Scoliosis is a deformity of the backbone (spine). It’s when the spine has a side-to-side curve. The curve of the spine measures 10 degrees or more.
A normal spine appears straight when looked at from behind. But a child with scoliosis has a spine with an S or C shape. The child may look like he or she is leaning to one side. The curve can happen on the right or left side of the spin. Or it can happen on both sides in different sections. Both the middle (thoracic) and lower (lumbar) spine may be affected.
In most cases, the cause of scoliosis is not known. A child may be born with it. Or he or she can develop it later in life. It’s most often seen in children between the ages of 10 and 18. It tends to affect more girls than boys.
Possible causes of scoliosis include:
The following are the most common symptoms of scoliosis. Symptoms can occur a bit differently in each child. They can include:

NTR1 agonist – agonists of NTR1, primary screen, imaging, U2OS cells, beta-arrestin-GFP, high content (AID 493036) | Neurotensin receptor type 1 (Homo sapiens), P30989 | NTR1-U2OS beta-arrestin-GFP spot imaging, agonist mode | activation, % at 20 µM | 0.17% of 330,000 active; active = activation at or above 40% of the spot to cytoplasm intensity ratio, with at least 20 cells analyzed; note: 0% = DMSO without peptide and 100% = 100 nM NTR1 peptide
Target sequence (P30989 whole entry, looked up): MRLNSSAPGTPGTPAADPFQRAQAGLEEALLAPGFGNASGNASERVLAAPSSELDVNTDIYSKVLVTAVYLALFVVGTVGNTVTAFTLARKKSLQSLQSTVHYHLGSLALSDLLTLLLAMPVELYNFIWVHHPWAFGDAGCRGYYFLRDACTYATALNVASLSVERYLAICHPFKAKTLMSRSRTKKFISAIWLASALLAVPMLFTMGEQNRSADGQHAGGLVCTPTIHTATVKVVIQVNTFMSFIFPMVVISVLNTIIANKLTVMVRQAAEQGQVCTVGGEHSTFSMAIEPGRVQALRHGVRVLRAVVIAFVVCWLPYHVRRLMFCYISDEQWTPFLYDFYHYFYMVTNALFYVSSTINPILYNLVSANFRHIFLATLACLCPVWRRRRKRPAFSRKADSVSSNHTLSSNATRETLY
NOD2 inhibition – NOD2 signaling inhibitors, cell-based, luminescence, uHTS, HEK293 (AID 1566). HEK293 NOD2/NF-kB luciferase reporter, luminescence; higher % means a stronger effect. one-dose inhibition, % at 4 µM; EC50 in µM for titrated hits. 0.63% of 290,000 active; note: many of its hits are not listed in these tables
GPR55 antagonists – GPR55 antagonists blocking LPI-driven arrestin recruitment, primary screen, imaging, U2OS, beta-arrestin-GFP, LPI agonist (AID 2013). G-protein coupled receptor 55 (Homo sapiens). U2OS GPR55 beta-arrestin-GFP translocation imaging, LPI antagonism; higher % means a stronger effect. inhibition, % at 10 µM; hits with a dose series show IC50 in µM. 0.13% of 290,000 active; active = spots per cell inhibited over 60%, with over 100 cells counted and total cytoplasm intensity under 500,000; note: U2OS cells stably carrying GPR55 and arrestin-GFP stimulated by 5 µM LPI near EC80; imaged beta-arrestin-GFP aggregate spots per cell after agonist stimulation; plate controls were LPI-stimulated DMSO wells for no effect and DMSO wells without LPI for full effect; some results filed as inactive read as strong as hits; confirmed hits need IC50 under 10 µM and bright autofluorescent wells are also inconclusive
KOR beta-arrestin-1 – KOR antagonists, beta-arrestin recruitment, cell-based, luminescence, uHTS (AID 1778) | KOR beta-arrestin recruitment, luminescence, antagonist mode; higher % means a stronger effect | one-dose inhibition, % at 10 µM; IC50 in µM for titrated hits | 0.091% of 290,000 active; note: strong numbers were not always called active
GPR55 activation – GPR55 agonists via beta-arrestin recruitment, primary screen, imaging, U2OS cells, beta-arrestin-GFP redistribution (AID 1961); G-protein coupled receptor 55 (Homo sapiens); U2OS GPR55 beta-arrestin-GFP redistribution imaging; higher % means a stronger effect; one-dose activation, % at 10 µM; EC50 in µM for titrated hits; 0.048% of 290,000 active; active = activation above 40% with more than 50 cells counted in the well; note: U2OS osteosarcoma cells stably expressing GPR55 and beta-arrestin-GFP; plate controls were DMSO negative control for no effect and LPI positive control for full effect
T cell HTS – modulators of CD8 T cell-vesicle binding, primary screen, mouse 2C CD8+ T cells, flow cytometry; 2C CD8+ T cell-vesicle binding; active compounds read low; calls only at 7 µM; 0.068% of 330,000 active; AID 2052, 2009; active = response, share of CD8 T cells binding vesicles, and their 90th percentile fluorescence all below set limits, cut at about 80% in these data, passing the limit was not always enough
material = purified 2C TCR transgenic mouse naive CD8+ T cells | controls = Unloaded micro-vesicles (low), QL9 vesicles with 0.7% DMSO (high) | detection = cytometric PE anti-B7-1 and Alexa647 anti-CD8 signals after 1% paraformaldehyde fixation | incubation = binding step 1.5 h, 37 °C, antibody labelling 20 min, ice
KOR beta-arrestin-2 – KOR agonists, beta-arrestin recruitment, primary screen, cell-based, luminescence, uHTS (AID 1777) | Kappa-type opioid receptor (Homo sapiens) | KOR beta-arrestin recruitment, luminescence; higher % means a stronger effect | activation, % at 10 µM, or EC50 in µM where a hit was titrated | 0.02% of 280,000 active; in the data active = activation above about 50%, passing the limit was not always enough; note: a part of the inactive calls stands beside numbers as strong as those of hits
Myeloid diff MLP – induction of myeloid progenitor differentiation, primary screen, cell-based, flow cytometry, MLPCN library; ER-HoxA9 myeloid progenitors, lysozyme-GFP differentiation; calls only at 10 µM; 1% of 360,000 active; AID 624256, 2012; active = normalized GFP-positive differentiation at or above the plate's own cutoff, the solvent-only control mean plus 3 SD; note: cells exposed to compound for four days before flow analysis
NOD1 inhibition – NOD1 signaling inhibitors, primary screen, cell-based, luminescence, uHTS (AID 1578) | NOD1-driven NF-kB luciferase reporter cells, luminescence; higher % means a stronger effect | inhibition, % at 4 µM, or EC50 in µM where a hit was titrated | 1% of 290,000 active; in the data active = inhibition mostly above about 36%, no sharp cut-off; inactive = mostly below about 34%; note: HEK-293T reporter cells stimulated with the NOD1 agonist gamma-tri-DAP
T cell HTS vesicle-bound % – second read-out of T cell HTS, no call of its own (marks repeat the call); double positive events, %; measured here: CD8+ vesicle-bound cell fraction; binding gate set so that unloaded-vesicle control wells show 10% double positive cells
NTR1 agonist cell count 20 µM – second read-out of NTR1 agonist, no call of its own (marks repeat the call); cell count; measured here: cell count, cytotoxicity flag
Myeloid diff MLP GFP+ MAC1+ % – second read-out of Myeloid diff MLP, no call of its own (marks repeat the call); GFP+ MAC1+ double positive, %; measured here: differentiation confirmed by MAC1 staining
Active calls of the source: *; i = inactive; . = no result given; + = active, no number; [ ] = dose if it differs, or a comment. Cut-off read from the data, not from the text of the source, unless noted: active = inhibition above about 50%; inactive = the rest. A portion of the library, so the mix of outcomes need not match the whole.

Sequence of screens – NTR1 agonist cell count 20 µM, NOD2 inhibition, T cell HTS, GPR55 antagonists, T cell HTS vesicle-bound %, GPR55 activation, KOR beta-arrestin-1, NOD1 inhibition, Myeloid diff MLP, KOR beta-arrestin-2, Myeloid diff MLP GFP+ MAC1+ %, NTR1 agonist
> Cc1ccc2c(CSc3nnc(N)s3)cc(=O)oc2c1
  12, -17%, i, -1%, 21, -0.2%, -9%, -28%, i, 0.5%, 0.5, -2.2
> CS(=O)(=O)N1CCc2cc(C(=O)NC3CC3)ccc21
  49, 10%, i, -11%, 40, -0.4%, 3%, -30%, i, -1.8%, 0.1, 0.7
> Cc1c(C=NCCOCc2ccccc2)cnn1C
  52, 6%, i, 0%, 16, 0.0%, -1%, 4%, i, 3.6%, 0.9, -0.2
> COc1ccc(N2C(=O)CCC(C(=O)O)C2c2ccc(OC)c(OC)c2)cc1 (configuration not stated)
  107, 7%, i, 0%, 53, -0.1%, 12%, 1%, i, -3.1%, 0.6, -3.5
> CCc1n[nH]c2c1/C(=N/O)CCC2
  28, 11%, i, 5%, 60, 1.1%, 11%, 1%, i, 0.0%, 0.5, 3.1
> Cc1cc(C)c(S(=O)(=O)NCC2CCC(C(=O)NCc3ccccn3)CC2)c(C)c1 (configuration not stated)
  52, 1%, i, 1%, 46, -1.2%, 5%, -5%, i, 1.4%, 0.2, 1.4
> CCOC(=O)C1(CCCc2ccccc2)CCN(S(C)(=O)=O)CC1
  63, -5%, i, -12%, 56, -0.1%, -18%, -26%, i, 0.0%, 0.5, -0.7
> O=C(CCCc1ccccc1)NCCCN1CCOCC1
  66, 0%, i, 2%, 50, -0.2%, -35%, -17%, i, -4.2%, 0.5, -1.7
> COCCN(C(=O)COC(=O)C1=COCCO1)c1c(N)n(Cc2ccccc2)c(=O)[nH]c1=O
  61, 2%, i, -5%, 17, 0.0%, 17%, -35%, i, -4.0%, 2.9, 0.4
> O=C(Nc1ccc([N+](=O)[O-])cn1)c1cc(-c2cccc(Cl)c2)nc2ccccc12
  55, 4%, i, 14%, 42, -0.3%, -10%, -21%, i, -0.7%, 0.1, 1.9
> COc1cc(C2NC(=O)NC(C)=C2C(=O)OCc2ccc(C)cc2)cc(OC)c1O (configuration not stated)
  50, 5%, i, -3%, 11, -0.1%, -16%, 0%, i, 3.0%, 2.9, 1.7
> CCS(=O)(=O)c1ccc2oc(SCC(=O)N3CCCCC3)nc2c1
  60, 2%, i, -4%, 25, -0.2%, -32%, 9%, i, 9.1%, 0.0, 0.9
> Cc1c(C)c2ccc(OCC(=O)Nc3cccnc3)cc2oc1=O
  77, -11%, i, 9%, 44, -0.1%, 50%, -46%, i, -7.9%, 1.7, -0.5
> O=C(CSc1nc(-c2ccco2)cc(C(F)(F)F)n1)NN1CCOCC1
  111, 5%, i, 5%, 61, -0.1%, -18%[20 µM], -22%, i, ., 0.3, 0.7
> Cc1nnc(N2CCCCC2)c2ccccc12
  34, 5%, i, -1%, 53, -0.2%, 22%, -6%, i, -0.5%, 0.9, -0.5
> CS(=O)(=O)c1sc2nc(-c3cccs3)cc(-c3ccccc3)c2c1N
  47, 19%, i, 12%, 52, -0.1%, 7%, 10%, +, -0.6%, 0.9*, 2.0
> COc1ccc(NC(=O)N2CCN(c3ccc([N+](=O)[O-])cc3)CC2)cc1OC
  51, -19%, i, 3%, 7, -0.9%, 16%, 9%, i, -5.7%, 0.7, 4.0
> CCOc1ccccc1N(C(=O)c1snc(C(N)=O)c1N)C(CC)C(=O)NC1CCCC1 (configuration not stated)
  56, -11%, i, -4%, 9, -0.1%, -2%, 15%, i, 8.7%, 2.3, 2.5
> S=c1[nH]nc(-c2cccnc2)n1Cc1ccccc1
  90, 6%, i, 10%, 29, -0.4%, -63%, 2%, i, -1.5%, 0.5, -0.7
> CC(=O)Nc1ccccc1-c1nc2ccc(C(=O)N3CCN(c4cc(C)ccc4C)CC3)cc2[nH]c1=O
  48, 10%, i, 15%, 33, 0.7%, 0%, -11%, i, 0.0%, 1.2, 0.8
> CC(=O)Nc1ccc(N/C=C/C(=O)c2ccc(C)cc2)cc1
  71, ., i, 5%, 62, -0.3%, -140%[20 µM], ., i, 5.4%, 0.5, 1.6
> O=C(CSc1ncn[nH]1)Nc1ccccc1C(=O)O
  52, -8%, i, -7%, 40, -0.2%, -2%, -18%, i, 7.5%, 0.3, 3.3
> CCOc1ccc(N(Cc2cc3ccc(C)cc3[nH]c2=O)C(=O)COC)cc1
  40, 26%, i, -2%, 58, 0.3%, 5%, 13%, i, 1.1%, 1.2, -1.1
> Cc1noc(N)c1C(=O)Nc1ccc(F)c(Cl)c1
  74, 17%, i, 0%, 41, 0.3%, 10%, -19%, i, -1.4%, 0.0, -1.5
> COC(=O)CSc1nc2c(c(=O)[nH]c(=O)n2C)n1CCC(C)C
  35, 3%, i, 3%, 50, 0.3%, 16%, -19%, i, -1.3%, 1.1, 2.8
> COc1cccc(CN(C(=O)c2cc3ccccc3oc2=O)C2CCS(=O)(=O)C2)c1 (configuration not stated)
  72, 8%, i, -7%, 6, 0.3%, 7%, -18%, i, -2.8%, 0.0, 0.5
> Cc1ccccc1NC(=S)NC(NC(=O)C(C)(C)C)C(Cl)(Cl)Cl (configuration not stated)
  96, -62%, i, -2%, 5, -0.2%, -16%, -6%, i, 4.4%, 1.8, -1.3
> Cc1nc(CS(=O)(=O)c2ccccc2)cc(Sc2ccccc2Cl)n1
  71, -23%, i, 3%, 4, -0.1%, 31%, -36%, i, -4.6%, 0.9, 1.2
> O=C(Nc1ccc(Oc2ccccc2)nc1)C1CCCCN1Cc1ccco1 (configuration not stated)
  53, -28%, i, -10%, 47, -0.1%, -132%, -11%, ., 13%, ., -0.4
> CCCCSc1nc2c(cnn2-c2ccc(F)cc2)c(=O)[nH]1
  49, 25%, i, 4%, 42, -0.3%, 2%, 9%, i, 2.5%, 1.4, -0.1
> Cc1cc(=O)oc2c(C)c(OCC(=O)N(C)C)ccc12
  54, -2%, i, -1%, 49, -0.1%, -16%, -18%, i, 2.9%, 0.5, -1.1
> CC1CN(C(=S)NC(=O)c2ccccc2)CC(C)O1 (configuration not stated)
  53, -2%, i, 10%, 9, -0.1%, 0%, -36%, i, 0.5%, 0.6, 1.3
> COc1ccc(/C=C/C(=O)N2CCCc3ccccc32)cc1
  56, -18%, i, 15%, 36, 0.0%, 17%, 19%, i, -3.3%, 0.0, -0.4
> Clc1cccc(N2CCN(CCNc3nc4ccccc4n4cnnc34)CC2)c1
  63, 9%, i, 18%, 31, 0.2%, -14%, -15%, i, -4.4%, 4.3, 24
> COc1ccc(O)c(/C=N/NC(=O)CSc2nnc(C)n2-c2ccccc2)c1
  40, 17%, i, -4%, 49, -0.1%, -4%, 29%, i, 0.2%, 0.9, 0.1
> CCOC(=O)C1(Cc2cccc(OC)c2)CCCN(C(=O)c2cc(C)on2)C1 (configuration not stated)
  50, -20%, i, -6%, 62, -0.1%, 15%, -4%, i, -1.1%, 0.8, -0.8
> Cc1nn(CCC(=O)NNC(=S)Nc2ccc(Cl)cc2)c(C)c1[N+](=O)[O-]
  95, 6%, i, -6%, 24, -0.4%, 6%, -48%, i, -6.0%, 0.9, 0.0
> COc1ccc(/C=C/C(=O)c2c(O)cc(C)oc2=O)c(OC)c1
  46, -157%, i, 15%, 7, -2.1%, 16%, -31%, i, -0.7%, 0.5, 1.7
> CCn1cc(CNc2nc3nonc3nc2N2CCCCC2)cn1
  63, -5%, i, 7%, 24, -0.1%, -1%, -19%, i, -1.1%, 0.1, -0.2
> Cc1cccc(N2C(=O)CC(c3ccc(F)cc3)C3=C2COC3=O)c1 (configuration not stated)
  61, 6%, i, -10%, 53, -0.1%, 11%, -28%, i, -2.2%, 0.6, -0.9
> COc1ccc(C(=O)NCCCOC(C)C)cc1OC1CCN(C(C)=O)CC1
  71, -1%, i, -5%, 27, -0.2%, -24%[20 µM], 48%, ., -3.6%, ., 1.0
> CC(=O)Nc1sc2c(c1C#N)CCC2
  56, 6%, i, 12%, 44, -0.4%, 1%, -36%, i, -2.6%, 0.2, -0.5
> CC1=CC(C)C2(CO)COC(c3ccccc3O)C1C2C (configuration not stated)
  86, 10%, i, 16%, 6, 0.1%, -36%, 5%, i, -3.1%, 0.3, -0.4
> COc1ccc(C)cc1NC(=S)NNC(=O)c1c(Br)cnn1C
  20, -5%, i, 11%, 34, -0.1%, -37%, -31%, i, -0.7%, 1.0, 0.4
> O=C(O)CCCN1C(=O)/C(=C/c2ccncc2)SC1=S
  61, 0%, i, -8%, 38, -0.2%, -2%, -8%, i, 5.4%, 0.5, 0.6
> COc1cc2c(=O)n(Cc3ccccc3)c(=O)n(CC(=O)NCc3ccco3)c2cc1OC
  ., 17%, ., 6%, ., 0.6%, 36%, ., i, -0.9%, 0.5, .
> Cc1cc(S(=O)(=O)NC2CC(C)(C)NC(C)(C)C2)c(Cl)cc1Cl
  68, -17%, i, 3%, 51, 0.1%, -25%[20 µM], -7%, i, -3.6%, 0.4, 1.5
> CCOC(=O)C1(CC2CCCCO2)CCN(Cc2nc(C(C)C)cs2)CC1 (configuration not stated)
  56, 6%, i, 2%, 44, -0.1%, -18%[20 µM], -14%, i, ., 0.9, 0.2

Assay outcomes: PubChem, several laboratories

These symptoms may seem like other back problems. Or they may be a result of an injury or infection. Make sure your child sees his or her healthcare provider for a diagnosis.
Your child’s healthcare provider can diagnose scoliosis with a complete health history of your child and a physical exam. Your child may also need these tests:
Finding scoliosis early is important for treatment. If left untreated, scoliosis can cause problems with heart and lung function. Healthcare providers, and even some school programs, routinely look for signs of scoliosis in children.
Treatment will depend on your child’s symptoms, age, and general health. It will also depend on how severe the condition is.
The goal of treatment is to stop the curve from getting worse and prevent deformity. Treatment may include:
Tips to help you get the most from a visit to your child’s healthcare provider:
© 2015 The University of Chicago Medical Center. All rights reserved.
The University of Chicago Medicine
5841 S. Maryland Avenue
Chicago, IL 60637 | 773-702-1000
Appointments: Call UCM Connect at 1-888-824-0200